China's Kong Sun to Double Solar Power Installations Next Year

Kong Sun Holdings Ltd., a Chinese solar farm operator, plans to more than double installations of the clean power next year to expand in the world’s biggest solar market.

The company is aiming for a total installed base of 2.4 gigawatts of photovoltaic capacity in 2016, compared with a gigawatt estimated this year, Executive Director Liu Wenping said in an interview.

The target signals an aggressive expansion for a company that operated just 70 megawatts of solar power projects at the beginning of 2015. Kong Sun, a former property investment company, shifted focus to solar power last year amid heightened efforts by China to curb pollution with clean energy.

Kong Sun’s Hong Kong-listed shares have declined about 37 percent since the beginning of the year after surging more than sevenfold in 2014.

Kong Sun has expanded through both acquisitions and by developing its own projects. The company wants to have 6 gigawatts of installed solar capacity by 2019, which may cost about 50 billion yuan ($7.84 billion), Liu said.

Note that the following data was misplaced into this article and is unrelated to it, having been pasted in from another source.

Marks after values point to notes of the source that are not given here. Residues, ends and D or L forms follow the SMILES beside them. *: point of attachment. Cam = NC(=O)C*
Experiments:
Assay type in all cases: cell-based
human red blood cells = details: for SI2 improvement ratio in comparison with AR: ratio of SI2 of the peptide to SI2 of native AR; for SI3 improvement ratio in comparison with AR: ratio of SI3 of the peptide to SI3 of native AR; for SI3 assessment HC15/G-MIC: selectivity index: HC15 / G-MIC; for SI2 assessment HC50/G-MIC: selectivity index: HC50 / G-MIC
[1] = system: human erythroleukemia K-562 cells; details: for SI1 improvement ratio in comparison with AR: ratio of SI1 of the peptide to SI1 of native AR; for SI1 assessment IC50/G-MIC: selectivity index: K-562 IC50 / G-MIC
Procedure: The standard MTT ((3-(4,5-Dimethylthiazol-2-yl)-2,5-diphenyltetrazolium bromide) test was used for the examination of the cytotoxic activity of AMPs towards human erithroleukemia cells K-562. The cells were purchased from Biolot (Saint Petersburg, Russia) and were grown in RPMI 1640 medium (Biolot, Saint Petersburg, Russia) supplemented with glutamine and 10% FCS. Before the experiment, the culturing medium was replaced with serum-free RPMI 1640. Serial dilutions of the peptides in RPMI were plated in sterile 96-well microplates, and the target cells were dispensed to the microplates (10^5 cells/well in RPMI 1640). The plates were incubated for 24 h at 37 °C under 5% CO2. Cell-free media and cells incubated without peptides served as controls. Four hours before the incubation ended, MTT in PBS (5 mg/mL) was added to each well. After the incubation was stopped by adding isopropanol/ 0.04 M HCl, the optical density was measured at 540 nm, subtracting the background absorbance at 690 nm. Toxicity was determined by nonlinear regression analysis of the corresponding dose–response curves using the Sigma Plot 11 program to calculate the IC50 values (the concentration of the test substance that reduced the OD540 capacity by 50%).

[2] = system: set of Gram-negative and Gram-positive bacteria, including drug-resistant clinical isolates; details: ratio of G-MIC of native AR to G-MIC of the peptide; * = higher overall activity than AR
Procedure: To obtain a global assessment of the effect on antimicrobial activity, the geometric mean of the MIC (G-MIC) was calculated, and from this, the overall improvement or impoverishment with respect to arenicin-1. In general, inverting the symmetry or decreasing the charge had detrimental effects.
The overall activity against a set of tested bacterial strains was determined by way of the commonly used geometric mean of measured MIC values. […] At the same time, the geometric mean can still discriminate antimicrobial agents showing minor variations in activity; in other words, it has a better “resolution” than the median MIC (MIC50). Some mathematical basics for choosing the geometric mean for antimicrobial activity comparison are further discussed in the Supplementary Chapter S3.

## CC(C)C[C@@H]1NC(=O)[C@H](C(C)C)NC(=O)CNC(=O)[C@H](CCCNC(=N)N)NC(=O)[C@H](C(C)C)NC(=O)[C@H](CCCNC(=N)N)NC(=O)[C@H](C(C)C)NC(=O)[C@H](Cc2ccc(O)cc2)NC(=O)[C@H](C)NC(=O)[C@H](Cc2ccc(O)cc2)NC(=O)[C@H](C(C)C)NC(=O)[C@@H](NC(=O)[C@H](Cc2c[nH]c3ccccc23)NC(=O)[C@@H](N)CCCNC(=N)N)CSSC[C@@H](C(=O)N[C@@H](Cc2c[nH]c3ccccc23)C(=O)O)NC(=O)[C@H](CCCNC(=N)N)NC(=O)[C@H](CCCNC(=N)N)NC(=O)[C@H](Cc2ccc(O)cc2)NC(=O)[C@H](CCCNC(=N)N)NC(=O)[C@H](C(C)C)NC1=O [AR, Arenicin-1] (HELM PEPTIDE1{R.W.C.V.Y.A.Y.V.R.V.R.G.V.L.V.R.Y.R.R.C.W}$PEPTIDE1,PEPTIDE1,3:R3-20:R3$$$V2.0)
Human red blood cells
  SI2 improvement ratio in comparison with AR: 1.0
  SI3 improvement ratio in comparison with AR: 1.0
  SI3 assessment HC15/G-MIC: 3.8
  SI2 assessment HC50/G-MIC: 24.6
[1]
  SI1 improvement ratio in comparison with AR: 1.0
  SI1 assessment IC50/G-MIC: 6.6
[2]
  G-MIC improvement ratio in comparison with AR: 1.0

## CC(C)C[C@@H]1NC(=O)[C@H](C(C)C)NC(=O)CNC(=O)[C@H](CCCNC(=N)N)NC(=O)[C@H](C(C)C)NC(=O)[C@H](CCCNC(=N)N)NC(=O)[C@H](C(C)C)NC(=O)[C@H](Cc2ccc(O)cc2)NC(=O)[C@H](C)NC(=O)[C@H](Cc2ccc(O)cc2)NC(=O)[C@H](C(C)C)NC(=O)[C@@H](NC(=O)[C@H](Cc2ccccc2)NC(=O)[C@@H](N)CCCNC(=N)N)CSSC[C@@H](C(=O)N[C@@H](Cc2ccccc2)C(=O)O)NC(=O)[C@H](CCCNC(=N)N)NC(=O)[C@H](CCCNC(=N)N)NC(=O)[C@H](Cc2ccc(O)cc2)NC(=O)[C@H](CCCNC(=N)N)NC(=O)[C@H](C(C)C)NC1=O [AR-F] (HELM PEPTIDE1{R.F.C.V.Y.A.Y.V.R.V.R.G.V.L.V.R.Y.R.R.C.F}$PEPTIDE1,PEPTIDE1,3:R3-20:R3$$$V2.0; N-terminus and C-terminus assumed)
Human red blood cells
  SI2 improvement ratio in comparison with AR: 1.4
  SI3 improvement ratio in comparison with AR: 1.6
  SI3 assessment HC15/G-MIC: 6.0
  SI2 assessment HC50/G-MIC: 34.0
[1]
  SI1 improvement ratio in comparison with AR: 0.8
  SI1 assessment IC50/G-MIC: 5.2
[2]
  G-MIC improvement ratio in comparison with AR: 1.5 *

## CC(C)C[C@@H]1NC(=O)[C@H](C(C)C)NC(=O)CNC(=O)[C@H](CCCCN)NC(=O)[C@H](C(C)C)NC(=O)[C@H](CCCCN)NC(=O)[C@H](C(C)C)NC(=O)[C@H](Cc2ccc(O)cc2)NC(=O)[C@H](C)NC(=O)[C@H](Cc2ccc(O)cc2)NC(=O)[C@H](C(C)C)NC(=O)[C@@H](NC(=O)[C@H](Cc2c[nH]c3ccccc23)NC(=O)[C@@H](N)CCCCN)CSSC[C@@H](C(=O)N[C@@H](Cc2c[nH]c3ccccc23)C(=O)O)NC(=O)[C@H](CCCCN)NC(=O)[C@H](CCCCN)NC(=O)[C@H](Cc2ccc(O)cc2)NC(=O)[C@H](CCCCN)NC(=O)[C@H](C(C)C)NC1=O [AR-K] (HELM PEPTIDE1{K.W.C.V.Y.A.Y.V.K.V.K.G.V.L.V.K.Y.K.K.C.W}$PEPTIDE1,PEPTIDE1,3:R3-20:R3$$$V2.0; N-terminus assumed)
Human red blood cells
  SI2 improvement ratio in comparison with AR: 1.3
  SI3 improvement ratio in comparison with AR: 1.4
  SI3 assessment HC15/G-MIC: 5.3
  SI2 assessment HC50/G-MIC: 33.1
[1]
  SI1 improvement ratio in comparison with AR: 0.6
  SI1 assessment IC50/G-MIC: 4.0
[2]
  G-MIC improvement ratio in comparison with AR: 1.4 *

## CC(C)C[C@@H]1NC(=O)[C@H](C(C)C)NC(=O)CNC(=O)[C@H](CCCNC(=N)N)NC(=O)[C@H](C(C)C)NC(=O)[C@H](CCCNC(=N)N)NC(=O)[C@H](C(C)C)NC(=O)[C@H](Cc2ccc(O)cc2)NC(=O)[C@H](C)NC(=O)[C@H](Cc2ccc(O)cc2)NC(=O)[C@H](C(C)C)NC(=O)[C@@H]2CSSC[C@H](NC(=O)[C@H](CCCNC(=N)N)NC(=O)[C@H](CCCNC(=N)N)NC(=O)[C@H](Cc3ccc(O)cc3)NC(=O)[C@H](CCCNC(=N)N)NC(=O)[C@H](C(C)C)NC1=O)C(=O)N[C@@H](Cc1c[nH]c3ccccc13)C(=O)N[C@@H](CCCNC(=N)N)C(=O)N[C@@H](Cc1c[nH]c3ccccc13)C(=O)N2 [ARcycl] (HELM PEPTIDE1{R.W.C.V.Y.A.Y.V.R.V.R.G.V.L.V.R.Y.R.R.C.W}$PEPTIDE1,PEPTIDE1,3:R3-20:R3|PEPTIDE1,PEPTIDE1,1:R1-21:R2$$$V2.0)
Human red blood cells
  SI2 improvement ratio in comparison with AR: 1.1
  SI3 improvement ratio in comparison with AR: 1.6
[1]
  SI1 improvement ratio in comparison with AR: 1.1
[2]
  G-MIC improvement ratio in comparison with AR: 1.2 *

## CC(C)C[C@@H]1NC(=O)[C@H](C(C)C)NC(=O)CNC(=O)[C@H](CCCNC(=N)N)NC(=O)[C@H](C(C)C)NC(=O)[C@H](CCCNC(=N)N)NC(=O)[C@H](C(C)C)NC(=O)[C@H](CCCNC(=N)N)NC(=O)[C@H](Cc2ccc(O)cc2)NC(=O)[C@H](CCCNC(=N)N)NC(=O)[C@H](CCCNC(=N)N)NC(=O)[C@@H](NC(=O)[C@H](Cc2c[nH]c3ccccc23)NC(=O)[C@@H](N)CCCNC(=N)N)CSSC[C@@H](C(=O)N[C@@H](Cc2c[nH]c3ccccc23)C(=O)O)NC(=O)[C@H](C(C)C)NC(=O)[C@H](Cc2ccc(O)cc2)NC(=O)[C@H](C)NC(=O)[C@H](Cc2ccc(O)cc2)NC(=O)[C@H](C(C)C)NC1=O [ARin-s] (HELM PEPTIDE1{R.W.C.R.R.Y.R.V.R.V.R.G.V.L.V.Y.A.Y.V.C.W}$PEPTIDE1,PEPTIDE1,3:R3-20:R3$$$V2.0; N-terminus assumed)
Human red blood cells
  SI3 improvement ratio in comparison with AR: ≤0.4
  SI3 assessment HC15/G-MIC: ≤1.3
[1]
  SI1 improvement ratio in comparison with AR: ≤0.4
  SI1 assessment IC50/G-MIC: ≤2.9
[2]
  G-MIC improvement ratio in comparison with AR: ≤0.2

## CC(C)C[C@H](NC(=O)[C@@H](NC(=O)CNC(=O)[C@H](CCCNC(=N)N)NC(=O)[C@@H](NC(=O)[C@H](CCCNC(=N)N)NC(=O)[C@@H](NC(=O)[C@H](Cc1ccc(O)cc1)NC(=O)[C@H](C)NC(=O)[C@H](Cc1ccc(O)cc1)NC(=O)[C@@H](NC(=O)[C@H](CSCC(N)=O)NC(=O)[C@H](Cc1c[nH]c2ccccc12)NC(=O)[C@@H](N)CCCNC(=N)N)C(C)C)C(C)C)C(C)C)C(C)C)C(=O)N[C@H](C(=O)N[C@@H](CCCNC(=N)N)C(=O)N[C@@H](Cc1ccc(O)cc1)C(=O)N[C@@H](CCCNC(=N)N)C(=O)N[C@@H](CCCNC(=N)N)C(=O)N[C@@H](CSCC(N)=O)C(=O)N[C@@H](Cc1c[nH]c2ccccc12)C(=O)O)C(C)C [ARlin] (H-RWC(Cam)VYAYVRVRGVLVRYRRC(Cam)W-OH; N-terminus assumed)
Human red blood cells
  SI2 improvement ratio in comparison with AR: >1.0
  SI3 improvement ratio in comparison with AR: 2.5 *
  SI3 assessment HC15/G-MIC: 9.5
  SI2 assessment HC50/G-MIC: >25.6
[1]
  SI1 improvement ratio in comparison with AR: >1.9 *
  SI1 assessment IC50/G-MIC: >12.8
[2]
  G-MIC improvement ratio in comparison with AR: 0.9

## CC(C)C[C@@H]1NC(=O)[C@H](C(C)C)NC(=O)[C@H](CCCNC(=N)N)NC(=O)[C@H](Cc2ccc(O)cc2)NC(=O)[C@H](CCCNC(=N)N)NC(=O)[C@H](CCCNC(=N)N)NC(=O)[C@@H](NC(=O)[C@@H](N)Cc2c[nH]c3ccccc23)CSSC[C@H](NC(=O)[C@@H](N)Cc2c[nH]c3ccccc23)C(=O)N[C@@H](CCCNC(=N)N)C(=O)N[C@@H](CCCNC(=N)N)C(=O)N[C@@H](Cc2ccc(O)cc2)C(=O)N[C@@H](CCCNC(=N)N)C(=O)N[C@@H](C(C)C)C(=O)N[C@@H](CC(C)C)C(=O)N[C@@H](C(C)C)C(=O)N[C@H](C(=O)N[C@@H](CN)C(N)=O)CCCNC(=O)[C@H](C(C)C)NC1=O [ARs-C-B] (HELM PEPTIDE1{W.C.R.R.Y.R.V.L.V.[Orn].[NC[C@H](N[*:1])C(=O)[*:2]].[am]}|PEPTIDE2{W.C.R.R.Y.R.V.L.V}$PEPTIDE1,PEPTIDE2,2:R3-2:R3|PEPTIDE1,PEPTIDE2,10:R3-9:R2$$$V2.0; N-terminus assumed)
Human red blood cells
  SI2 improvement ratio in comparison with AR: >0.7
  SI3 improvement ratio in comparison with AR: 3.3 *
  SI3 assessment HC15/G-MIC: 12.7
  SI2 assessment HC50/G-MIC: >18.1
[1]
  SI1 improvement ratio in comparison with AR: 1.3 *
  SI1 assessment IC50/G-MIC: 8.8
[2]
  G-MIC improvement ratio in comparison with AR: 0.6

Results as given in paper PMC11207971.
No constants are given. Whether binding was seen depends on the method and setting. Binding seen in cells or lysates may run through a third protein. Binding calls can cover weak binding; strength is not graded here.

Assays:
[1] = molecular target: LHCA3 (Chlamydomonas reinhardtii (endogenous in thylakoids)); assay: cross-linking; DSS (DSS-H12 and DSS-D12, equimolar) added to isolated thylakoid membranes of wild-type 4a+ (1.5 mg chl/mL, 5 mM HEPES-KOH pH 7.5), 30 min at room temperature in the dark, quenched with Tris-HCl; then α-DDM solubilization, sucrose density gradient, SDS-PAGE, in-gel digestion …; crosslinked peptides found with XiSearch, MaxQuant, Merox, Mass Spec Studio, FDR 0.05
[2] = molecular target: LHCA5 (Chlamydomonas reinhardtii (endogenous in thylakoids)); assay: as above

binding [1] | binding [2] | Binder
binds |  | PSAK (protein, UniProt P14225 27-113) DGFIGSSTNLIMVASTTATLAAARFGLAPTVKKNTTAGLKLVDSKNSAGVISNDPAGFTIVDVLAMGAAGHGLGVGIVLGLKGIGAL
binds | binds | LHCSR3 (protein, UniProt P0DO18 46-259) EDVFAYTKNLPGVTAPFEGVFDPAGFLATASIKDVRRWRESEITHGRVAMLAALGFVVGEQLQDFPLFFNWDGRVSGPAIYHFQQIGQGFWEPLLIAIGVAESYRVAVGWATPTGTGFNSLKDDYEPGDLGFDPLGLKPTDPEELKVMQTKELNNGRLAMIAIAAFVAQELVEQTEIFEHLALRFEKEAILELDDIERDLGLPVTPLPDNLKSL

Though China’s solar market has stabilized, the nation may face a rush of building projects ahead of possible tariff cuts next year, Liu said. He forecasts the nation may add 17 gigawatts to 20 gigawatts of solar power in 2015.

The National Development and Reform Commission, China’s top economic planning agency, plans to cut the tariffs annually in the five years through 2020 to make electricity from clean sources more competitive compared with coal power, according to a document seen by Bloomberg in October.

Most of Kong Sun’s plants are in China’s west, though some can also be found in the provinces of Shanxi, Hebei, Inner Mongolia and Shandong, Liu said.

— With assistance by Feifei Shen

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